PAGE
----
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Innisfail horseshoers prepare for annual classic

Club’s big event now called the B8 Ventures Classic Horseshoe Tournament
MVP Innisfail Horseshoe Club 2021
Myrna Kissick, president of the Innisfail Horseshoe Club (left), joining fellow members this month at the club's new relocated facility, which has the recycled rubber walkways adorning each of the 10 horseshoe pits. Johnnie Bachusky/MVP Staff

INNISFAIL – The town’s horseshoers are back pitching at the pits.

About 15 members of the Innisfail Horseshoe Club have been active with house league since the end of May, and will continue to do so until Sept. 15.

Better yet, the Innisfail Open, the club’s big annual event, will be back on the weekend of July 10 and 11 after a one-year hiatus caused by the COVID-19 pandemic. But this year at least, the event, which is sanctioned by the Alberta Horseshoe Pitchers Association (AHPA), will be called the B8 Ventures Classic Horseshoe Tournament, named after the company that installed recycled rubber walkways around the horseshoe pits.

Myrna Kissick, president of the horseshoe club, is bursting with pride over the relocated facility’s recycled rubber walkways, noting they are “very, very unique” to the sport as there is none like it in North America.

“They are the only courts that we know of that have recycled rubber walkways. It is like walking on cushions,” she said, adding it was the club’s idea to have them installed.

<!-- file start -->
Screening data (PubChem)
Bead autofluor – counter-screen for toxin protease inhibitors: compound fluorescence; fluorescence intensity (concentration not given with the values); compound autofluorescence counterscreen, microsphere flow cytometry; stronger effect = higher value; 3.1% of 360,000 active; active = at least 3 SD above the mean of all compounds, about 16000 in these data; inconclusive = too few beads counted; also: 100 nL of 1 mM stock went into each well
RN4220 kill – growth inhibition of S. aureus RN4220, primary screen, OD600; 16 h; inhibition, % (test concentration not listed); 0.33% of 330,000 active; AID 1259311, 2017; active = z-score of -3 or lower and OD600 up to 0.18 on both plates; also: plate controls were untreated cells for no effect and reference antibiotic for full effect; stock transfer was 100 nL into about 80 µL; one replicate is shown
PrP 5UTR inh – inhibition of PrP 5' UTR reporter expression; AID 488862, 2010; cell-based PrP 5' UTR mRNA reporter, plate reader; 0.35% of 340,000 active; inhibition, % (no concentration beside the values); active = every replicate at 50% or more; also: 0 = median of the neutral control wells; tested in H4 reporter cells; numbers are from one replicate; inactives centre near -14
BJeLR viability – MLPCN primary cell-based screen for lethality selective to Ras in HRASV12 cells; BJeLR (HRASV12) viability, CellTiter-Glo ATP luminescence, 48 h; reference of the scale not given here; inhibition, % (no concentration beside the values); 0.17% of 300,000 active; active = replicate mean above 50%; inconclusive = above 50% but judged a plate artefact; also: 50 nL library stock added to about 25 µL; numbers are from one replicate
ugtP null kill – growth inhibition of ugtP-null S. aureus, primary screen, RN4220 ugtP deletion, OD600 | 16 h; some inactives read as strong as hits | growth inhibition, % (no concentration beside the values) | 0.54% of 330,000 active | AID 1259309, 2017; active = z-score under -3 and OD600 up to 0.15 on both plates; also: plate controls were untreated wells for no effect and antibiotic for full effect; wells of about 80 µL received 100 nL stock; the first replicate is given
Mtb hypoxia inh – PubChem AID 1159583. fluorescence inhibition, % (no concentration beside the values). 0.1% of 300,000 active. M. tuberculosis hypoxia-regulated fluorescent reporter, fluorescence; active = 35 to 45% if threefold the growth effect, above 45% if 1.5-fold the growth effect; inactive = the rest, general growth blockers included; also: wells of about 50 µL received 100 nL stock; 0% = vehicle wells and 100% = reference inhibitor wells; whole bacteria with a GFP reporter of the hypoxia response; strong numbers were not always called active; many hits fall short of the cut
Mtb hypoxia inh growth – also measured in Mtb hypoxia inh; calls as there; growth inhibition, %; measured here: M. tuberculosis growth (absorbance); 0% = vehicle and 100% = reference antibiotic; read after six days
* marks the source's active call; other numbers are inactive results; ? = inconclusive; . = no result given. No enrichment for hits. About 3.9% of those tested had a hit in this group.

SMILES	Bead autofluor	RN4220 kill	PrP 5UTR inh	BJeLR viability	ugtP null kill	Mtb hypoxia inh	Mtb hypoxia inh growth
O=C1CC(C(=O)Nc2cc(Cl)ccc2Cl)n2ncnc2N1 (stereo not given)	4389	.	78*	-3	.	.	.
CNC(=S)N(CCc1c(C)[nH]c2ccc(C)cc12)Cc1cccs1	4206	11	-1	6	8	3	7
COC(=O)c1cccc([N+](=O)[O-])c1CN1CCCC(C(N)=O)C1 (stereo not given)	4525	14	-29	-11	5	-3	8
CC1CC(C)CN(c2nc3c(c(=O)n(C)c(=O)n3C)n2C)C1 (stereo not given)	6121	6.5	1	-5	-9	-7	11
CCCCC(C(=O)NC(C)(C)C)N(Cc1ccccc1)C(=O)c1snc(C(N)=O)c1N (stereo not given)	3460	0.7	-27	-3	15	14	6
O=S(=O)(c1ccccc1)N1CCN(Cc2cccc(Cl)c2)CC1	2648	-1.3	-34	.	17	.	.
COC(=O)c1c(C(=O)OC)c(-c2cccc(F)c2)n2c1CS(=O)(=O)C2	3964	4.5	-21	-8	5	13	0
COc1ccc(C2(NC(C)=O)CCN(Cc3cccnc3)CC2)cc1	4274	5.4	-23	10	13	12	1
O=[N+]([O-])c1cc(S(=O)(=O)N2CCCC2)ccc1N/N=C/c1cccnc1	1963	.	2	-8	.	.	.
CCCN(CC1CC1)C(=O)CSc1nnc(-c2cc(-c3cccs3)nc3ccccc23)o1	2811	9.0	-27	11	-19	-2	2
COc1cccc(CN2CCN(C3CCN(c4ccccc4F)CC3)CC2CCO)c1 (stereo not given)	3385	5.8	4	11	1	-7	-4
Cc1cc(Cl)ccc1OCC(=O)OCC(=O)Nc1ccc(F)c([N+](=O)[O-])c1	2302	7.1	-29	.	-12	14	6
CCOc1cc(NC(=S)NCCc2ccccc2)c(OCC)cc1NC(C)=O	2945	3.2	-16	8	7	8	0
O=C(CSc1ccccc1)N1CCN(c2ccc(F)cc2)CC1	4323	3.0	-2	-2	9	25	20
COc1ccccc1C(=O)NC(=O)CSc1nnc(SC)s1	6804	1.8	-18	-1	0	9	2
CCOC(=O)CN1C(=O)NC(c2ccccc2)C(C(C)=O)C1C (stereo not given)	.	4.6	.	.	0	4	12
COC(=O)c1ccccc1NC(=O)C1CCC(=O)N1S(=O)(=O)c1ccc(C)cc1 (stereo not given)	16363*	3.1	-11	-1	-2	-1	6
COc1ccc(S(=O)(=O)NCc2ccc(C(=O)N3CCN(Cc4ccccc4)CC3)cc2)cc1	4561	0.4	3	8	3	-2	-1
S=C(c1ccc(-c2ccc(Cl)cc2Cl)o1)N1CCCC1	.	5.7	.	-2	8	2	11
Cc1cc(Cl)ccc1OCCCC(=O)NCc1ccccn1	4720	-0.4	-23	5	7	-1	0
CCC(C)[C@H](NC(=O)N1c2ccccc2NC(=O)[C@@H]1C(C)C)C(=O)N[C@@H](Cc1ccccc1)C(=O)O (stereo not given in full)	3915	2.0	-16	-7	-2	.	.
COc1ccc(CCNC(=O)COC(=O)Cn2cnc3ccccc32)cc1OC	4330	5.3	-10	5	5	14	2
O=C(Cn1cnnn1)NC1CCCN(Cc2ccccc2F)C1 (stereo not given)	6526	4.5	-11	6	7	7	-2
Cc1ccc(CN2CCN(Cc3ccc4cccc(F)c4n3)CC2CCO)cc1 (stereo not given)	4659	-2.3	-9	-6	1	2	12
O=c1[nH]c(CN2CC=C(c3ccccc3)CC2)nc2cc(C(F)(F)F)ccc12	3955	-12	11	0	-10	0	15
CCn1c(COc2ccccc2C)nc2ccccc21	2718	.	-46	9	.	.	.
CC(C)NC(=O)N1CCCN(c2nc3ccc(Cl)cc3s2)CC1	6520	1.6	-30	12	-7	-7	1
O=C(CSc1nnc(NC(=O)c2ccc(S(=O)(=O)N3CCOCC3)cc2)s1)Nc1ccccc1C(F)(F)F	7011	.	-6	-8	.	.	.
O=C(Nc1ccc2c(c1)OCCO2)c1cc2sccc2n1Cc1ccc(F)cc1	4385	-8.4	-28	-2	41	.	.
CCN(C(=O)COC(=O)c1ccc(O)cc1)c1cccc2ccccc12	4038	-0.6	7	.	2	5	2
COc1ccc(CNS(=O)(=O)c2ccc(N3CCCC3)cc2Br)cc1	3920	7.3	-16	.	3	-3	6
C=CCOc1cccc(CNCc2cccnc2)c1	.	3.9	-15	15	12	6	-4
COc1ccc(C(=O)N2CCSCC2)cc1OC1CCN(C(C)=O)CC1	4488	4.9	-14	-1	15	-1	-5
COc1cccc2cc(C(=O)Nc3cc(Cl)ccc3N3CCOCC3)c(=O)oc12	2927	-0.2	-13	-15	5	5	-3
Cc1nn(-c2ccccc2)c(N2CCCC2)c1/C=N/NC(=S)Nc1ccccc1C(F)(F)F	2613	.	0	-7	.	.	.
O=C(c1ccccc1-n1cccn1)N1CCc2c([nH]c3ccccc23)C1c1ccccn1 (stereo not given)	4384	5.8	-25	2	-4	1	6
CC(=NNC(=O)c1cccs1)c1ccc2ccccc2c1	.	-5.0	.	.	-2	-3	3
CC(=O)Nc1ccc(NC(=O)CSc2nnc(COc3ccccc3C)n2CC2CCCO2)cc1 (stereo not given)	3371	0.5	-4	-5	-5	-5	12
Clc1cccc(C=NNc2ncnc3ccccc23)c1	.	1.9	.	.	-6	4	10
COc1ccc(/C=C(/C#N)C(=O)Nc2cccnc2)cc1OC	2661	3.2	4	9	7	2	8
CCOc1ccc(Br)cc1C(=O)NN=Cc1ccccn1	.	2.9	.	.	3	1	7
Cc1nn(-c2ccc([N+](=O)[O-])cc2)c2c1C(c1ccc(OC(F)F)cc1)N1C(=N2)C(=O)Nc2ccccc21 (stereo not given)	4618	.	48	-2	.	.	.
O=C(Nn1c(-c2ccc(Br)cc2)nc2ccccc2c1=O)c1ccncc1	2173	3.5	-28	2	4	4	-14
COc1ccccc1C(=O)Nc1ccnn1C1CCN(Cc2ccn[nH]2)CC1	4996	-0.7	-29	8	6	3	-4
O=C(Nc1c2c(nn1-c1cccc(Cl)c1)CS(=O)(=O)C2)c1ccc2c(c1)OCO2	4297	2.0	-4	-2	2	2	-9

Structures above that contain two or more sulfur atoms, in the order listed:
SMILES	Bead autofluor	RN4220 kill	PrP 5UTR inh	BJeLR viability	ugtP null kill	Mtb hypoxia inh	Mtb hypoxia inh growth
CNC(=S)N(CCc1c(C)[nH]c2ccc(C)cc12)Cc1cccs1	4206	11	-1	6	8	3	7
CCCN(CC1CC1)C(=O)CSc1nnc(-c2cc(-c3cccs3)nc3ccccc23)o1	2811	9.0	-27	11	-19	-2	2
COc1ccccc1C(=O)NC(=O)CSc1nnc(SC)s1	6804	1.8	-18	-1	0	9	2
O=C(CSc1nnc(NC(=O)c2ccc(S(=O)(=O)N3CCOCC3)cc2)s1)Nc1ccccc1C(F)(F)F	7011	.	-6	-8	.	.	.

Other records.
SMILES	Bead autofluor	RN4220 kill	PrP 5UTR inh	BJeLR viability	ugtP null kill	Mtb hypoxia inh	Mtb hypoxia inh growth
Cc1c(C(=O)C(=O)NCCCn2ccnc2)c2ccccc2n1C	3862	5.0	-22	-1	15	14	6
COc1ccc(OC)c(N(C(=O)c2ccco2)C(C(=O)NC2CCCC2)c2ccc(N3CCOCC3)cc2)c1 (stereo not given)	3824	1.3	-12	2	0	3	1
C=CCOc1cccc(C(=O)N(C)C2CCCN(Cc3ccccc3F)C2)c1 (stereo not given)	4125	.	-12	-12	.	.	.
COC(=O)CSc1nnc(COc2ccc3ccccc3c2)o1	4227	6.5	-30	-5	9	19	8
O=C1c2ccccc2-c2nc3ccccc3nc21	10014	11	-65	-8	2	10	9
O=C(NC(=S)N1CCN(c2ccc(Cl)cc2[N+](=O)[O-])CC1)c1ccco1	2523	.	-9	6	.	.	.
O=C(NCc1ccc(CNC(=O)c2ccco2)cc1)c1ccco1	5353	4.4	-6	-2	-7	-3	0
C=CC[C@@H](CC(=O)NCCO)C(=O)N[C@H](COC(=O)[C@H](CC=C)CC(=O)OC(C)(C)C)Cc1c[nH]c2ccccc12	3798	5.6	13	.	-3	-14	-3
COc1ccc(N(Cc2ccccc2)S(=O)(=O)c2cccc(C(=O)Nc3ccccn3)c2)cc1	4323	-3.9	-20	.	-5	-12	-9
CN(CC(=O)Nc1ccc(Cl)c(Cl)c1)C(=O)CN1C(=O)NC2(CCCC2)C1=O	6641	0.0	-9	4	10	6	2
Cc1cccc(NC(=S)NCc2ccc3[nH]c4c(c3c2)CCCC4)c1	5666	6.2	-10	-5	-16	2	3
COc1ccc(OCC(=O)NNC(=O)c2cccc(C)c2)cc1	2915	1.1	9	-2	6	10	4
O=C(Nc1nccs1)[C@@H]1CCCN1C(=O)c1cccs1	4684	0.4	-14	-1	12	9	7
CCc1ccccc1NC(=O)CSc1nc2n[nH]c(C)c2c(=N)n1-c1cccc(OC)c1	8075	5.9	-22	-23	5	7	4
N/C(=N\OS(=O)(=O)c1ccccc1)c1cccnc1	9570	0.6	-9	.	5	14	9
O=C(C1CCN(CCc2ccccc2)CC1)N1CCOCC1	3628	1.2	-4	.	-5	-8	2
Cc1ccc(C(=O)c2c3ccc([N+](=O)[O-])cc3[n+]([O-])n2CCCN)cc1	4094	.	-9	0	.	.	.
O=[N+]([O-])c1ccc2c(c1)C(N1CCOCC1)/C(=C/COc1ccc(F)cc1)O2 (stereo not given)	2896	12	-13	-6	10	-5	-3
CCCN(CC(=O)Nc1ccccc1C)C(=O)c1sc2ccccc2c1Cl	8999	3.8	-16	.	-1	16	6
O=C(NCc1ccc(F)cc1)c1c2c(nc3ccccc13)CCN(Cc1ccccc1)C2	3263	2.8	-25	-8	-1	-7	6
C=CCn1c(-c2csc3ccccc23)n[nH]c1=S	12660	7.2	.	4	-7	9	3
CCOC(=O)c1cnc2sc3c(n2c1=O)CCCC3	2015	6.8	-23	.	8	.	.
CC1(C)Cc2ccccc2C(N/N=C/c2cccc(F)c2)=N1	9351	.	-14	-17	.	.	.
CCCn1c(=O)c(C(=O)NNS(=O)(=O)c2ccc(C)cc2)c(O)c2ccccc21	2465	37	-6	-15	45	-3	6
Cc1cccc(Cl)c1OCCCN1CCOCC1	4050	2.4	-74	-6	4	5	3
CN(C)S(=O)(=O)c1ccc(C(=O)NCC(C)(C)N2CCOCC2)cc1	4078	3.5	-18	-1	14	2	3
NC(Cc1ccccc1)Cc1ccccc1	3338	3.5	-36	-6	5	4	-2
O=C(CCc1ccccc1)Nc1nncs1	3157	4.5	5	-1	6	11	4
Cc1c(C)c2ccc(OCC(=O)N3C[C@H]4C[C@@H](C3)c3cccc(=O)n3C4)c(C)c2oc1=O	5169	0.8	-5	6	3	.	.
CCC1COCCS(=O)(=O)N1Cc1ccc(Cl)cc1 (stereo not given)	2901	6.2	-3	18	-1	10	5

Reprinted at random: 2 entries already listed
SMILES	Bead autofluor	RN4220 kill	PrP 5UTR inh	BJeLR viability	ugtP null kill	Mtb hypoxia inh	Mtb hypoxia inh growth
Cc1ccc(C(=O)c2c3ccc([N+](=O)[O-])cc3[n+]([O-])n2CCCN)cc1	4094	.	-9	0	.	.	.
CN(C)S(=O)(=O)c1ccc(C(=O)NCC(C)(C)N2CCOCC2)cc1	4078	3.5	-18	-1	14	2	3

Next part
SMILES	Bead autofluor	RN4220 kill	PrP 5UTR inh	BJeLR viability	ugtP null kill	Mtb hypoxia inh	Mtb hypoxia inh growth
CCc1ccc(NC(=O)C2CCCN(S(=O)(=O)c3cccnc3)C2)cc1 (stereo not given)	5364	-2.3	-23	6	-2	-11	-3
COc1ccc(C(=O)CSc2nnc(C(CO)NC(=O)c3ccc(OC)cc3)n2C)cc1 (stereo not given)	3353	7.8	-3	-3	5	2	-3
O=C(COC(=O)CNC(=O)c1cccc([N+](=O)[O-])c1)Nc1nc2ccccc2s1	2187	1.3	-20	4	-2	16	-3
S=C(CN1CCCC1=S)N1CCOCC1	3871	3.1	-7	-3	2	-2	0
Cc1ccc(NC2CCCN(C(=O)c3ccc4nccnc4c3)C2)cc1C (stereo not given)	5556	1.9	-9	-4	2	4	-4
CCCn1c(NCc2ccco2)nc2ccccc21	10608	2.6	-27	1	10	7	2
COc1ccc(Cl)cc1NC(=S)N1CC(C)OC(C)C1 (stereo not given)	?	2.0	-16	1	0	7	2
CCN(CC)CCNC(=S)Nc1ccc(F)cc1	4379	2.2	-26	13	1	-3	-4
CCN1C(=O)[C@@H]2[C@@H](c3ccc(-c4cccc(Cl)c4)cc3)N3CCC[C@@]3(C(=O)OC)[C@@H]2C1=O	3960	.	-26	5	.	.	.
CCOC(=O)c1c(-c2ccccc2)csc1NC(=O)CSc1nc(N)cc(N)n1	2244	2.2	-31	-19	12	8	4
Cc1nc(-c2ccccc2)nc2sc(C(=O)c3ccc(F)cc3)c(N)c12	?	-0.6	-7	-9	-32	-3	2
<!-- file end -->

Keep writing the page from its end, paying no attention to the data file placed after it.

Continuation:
Kissick noted this is the second straight season members will be playing at the new horseshoe court that was relocated and built 400 metres south of its longstanding 42nd Street and 51st Avenue location in 2019 at a cost of about $94,000, which the town covered.

The new facility beside the Rotary Park playground is smaller than the old one as it only has 10 courts, compared to the previous 12.

“I think we will be able to hold a tournament with 10 courts,” said Kissick.

The loss of the 2020 Innisfail Open tournament was the first time the annual event was not held since 1987 when the courts of the previous facility were in the process of being installed.

This year’s B8 Ventures Classic Horseshoe Tournament, the first-ever premier event for the new horseshoe court facility, is of course special. There will be a grand opening with ribbon-cutting ceremony and a first horseshoe toss at the start of the two-day tourney.

“We are really looking forward to it. We’ve been kind of delayed on everything you know. I hope it turns out well, but you don’t know about people yet -- whether they will turn up or not,” said Charlie Whatley, the club’s vice president. “It is pretty early yet for them to put in their entry fees.”

Kissick said at this point, it’s difficult to predict how many participants will come to Innisfail for the event, but added the horseshoe community is already enquiring about it.

Some have already reserved some rooms for it and they are from Medicine Hat. I think because they want to see our new court, and they have heard about the walkways, we will have lots,” she said. “I can’t tell you how many, but I think it will be lots.”

As for prizes for top finishers and participants, Kissick said they are not going to ask any of the town’s small businesses to provide prize support, as the club recognizes the financial hardships caused by the pandemic.

Instead, the club will use the tourney’s entrance fees for player prizes, which this year is $10 per participant.

As well, Kissick said for the first time ever, the tournament will have a food truck for players and the public.

“That saves us a lot of work and a lot of messing around,” said Kissick.

For anyone who wants to enter in the tournament he or she can contact Kissick at 403-227-6507 or Whatley at 403-227-3939 or by cell 403-443-0354. As the tournament is a sanctioned event, all participants must belong to the AHPA, which costs $15 on top of the $10 tournament entry fee.

 



Johnnie Bachusky

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